Q & A: How sore should I be after I workout? Is it bad to be too sore? Is it bad to not be sore at all?
A: You should often know that you did something somewhere, it shouldn’t be debilitating, and sometimes you might have surprise of bonus soreness somewhere(s). Who doesn’t appreciate a nice bonus*?
*I can hear our psychiatrist client asking me if anyone has ever said I was a sadist.
Why do we get sore? What does it mean?
A century ago scientists said it was lactic acid*, but that theory was debunked in the 1940’s. After that scientists believed we got sore (DOMS if you like fancy acronyms) from microtears in our muscles and such. With more powerful microscopes we have realized that this is not true because you can find microtears in people who are sore and who aren’t sore, as well as find plenty of people who are sore without any microtears.
*Lactic acid doesn’t make your muscles burn, nor does it stick around to make your muscles sore. Lactic acid (lactate) is made by your muscles when they’re working very hard. They split a molecule of blood sugar (glucose) in half and then in half again and you get a bunch of energy + some lactates. Our bodies don’t waste resources, so that lactate goes to the liver to be reassembled back into what it started out as, which was glucose (blood sugar). Your muscles burn the recycled glucose, and the cycle continues. Lactate doesn’t stick around, so it can’t make you sore.
The most plausible explanation of how we get sore is, in a word, fluid. Specifically, micro swelling pushing on your nerve endings. When you work a muscle, your body sends extra blood to the area to supply extra energy and oxygen, and to carry waste products away. Some of this fluid will linger. How long it lingers depends on how much you move. Sitting down makes it really hard for the blood to leave your lower body, so the swelling* lasts much longer.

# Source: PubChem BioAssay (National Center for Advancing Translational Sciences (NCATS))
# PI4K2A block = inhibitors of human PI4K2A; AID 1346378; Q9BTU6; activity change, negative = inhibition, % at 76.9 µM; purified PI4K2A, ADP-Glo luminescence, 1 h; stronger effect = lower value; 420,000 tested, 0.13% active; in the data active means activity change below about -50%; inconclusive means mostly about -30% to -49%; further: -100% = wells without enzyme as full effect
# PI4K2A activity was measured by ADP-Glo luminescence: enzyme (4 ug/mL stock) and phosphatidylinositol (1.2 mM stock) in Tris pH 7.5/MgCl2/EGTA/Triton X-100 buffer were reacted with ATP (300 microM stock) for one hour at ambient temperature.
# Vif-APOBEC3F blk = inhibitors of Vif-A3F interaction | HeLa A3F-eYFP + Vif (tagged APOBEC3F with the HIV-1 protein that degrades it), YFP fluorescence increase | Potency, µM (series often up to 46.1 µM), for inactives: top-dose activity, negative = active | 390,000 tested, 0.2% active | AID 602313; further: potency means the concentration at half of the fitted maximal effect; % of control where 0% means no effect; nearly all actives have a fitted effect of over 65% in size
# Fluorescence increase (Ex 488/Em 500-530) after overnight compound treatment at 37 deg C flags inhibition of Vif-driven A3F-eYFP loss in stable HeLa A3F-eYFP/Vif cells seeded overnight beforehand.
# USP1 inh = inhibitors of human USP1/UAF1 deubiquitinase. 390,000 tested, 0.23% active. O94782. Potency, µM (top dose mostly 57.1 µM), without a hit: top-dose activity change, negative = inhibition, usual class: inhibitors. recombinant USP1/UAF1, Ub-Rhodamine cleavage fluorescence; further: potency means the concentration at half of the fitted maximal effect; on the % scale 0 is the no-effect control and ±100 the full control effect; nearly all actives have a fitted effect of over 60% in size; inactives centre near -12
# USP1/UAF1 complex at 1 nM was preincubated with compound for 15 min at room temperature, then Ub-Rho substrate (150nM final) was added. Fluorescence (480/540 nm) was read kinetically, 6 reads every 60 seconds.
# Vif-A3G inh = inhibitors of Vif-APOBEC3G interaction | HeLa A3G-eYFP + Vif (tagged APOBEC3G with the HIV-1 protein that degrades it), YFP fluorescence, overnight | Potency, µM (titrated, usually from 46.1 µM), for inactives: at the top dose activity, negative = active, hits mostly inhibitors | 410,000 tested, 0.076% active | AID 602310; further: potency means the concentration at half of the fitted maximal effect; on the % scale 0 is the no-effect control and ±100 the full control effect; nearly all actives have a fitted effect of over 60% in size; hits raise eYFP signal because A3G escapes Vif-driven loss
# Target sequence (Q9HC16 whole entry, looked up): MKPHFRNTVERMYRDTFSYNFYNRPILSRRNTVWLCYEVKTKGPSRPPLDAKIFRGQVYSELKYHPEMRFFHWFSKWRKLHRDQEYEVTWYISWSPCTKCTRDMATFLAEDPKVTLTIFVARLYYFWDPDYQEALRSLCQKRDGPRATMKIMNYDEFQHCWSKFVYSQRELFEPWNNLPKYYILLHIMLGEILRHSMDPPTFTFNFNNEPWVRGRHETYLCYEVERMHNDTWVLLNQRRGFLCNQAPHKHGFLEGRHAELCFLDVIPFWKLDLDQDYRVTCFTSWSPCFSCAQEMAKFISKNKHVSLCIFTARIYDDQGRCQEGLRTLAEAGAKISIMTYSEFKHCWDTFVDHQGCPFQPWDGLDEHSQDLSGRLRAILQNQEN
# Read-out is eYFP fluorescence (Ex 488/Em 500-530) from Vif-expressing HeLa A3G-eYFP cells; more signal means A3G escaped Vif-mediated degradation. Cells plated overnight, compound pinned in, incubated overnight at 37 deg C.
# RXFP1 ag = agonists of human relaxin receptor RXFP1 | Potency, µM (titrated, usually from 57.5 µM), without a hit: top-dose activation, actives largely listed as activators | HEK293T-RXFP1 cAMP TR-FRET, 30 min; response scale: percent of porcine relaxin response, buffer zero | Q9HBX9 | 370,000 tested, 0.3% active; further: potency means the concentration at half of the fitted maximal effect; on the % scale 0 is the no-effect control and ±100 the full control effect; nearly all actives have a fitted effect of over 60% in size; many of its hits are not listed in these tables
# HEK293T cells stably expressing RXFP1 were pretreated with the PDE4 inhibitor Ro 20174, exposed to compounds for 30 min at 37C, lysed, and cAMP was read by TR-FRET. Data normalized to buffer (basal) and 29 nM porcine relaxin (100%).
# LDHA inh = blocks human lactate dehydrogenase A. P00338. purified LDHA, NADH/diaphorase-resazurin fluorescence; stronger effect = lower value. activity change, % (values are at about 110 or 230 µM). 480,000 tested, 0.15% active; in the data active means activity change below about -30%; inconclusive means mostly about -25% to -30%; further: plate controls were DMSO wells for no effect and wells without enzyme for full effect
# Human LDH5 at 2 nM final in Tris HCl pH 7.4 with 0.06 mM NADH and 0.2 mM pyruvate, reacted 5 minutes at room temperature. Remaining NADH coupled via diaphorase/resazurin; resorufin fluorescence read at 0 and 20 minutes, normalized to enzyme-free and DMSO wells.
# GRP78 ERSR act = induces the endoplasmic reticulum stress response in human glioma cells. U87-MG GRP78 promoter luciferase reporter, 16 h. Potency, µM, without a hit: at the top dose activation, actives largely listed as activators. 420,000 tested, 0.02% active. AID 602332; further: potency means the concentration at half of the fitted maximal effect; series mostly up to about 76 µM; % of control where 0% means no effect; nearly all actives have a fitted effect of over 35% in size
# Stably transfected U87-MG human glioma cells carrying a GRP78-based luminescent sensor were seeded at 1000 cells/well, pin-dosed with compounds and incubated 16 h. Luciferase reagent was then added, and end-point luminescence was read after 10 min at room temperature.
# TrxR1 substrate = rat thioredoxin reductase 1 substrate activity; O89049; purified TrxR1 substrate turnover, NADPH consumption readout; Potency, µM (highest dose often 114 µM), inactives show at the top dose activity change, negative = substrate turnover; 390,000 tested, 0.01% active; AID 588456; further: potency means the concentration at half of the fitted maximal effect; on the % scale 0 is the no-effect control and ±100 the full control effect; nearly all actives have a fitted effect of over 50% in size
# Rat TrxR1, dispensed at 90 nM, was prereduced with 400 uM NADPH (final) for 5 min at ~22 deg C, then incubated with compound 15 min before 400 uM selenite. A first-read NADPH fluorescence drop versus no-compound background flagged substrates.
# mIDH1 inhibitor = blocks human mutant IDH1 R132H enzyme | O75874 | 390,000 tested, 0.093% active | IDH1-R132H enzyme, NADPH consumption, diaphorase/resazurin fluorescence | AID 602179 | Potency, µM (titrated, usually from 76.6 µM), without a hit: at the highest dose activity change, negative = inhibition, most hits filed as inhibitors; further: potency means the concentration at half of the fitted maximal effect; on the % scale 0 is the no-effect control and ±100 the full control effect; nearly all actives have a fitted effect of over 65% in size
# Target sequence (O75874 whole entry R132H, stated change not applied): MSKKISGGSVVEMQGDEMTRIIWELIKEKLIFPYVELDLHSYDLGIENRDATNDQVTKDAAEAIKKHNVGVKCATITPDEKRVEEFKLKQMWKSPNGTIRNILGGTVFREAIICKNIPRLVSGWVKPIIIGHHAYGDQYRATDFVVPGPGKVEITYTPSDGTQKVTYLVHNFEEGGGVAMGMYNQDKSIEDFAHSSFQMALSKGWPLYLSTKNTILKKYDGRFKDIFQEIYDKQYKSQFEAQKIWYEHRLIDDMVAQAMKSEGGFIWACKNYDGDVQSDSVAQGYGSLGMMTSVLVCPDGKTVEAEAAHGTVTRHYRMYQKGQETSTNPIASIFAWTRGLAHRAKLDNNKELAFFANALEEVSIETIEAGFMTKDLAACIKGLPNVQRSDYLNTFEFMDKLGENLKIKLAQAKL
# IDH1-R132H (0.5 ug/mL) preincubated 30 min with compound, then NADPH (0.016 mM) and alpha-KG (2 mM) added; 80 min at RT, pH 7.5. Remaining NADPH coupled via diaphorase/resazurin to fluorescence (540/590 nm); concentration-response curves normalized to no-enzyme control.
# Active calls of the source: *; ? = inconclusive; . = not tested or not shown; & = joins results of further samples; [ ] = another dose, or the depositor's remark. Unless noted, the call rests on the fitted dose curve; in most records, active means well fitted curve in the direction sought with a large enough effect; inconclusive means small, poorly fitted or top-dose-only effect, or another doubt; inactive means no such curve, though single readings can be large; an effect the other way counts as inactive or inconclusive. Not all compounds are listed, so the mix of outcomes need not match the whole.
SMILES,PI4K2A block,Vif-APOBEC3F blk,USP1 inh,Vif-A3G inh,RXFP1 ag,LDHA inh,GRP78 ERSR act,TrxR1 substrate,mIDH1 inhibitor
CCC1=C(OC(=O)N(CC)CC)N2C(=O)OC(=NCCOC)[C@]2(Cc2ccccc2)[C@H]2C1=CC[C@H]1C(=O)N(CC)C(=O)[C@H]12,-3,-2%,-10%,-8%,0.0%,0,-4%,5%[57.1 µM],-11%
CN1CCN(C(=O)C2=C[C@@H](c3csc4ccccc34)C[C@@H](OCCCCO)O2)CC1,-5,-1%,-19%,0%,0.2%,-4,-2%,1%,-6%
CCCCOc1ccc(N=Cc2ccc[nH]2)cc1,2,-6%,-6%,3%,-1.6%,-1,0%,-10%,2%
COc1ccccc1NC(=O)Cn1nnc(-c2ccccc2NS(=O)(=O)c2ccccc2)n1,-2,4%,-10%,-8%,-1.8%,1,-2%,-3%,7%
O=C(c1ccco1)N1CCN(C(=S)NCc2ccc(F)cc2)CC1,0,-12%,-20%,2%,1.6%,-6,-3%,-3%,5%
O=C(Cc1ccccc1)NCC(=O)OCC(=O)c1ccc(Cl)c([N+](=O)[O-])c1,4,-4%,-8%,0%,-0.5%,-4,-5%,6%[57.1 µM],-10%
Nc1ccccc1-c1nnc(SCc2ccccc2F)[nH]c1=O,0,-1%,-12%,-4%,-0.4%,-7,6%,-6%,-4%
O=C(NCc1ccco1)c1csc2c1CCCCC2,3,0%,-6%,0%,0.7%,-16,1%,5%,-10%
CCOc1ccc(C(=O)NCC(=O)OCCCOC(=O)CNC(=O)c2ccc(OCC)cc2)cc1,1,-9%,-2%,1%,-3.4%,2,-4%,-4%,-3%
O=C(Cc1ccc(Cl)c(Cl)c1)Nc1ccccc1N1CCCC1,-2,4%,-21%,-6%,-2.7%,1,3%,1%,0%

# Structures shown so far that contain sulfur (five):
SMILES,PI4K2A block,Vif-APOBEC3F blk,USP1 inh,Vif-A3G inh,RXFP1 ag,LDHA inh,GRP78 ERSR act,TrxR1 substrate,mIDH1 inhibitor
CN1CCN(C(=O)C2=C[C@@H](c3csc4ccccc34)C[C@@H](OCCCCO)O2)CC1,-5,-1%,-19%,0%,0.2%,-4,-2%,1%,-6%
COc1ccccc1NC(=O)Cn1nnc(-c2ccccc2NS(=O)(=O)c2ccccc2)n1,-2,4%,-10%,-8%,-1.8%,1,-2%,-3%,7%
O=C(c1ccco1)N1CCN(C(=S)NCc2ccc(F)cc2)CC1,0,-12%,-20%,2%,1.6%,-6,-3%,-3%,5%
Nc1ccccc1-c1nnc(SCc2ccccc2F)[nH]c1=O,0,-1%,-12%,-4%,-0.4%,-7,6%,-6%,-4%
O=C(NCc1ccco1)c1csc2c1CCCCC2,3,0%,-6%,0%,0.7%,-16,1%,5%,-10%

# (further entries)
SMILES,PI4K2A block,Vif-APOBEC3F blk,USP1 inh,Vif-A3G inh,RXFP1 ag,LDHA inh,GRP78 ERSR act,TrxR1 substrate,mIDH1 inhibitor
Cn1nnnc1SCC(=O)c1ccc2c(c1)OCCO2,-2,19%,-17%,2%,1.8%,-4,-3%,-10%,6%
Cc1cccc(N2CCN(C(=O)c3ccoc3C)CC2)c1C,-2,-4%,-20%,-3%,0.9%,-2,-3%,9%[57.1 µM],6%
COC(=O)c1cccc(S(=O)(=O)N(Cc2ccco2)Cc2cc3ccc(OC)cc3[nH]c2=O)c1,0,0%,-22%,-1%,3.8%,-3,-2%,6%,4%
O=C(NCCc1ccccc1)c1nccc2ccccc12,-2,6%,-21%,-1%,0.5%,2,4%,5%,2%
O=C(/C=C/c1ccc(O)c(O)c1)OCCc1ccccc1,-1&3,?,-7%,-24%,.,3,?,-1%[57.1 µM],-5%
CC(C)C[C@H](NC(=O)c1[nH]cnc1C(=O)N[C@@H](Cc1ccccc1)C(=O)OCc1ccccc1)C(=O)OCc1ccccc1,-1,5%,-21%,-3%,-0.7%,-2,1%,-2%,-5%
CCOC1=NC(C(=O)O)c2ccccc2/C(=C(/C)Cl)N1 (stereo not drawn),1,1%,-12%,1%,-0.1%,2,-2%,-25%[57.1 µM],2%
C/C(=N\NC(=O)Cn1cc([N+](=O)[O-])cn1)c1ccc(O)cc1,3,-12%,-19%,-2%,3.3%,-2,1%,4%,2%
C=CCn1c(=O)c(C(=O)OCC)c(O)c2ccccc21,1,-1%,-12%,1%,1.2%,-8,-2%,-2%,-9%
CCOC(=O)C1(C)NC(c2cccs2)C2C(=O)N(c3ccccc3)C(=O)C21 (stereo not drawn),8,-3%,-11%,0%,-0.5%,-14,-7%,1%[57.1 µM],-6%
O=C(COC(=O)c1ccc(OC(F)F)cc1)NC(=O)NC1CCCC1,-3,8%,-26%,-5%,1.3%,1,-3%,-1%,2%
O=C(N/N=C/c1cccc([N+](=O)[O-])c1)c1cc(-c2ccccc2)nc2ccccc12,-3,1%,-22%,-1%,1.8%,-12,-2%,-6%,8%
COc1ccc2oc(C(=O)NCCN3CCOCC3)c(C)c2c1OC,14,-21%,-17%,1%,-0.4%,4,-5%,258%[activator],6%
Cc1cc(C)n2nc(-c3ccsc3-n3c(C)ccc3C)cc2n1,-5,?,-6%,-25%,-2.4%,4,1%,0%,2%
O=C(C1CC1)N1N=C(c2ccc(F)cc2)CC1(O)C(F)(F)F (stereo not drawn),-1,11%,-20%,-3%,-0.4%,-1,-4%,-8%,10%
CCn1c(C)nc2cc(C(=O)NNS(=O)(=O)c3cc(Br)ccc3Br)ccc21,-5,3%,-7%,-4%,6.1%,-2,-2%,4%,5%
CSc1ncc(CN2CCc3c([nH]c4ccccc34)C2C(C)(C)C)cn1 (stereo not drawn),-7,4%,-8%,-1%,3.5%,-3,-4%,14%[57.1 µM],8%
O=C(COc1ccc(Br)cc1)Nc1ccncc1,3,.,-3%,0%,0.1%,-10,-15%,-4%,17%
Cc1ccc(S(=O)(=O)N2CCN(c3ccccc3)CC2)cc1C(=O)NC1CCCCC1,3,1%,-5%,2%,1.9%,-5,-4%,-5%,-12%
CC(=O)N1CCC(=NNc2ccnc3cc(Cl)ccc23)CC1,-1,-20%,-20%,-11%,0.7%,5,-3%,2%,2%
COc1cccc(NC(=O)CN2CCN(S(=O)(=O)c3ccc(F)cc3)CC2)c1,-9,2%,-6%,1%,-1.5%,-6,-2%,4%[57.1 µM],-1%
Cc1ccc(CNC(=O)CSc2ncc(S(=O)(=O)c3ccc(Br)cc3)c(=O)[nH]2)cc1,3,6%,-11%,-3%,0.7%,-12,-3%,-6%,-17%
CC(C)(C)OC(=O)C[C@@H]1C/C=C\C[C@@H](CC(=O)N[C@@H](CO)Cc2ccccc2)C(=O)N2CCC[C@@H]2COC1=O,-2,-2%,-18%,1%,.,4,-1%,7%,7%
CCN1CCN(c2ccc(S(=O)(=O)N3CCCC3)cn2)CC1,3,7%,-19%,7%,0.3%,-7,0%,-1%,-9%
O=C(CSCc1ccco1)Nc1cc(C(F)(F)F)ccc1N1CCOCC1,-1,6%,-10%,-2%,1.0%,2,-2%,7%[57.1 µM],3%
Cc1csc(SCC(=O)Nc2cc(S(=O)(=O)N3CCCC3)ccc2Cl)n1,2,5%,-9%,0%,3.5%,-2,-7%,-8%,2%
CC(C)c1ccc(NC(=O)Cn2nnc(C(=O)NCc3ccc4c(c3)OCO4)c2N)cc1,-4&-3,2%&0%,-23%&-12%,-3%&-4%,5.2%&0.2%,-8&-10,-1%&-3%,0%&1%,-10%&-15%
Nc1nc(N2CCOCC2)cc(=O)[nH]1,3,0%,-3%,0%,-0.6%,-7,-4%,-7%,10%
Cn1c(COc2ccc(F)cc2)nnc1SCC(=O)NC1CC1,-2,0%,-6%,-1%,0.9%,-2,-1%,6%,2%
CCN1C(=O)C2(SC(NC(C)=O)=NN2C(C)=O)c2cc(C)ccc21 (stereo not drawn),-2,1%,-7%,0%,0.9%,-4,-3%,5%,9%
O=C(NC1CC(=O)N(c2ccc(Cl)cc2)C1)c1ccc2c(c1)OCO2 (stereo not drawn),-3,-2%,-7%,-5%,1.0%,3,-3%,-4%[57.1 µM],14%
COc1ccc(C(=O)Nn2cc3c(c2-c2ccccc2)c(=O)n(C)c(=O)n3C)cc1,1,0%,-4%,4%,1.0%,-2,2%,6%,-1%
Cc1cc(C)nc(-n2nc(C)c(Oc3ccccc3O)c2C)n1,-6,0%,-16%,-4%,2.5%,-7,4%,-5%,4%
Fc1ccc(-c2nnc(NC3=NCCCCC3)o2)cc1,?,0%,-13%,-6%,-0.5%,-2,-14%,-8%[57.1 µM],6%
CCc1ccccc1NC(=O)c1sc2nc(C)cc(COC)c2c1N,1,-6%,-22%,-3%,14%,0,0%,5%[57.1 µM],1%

*Swelling and inflammation have gotten a bad rap. Acute, or short acting inflammation is the first step in how your body heals anything and how it defeats any infection. Turning this down makes you more comfortable right now, but at the cost of slower/incomplete healing and giving the infection an advantage over your immune system. Yes, we do have diseases related to long-lasting, low grade inflammation, but that is an entirely different can of worms.
After a workout the work of getting stronger, fitter, etc. is done by your immune system. When you workout you’re literally training your immune system, as well as making it vigilant for intruders and triggering the replacement of old immune cells with new ones. As your immune system starts it’s work it brings a lot of fluid to the are – it needs extra fluid to remove waste products, and to bring in raw materials to do the upgrades. The increased fluid puts pressure on the local never endings and we get soreness.
So, how sore should I be? Soreness goes down with consistency of training because your brain gets accustomed a certain level of pressure on those nerve endings – things we experience multiple times per week cease to trigger an “alarm” in your brain. In other words, the occasional micro swelling becomes normal, so you don’t notice much.
If you have ever had a cortisone shot or a vaccine in your shoulder you have experienced an amplified version of the pain and soreness caused by an unusually large mass of fluid. It hurts like hell, and you can take the edge off with a few minutes of movement.
How sore should your muscles be?
This is like asking “how long is a piece of string?” It depends on the string, the person, the day, and even the muscle. How sore you are will depend primarily on 3 things:
o The harder you work the more frequently you’ll have high levels of soreness.
o At the very same time, the more often you have high levels of soreness the less you will notice low and medium levels of soreness.
o The opposite is true: if you’re often holding back, when you do push yourself it might feel like you did something wrong.
o The higher your step count the less sore you will be, and the faster any soreness you do have will dissipate.
o Obviously, the converse is also true – move less and hurt more.
o This is because sitting down makes it hard for the blood and lymph to enter and exit your lower body, and the rhythmic activity of walking makes it easy for that fluid to come and go as needed.
Consistency or regularity
o The more irregular your training schedule the more you will feel very sore because your immune system (which does the work of adapting your muscles, etc.) gets out of practice really fast.
o If you are a road warrior (travel a lot for work), doing a little something on the road will help reduce “peak soreness” when you are home.
Being sore is neither a problem, nor the goal. Work hard. Be consistent. Get your steps in.